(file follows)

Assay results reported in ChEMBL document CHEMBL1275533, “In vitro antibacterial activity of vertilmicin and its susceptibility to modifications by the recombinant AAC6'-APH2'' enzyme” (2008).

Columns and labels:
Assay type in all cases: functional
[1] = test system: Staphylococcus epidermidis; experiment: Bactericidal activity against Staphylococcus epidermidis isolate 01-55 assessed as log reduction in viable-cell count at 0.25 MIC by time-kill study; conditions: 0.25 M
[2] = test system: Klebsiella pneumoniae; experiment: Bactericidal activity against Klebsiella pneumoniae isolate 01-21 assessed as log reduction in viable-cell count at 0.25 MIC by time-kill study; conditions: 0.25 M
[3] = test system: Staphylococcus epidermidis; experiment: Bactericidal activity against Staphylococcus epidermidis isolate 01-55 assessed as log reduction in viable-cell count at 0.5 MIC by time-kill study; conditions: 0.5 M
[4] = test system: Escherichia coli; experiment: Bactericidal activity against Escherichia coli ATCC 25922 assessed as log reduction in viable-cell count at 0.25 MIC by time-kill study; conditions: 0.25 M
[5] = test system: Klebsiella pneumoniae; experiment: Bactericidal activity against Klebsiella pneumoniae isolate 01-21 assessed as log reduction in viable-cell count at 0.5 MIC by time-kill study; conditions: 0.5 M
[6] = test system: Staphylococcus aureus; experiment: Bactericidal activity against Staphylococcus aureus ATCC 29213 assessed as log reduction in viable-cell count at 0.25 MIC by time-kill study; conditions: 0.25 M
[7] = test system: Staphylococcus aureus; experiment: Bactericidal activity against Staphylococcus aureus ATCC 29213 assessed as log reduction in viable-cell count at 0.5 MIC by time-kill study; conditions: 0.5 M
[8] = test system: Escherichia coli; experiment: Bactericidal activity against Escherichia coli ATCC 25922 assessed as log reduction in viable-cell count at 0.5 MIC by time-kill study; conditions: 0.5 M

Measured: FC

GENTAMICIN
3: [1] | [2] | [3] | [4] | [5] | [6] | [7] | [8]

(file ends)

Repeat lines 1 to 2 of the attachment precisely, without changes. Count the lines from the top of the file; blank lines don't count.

Assay results reported in ChEMBL document CHEMBL1275533, “In vitro antibacterial activity of vertilmicin and its susceptibility to modifications by the recombinant AAC6'-APH2'' enzyme” (2008).

Columns and labels: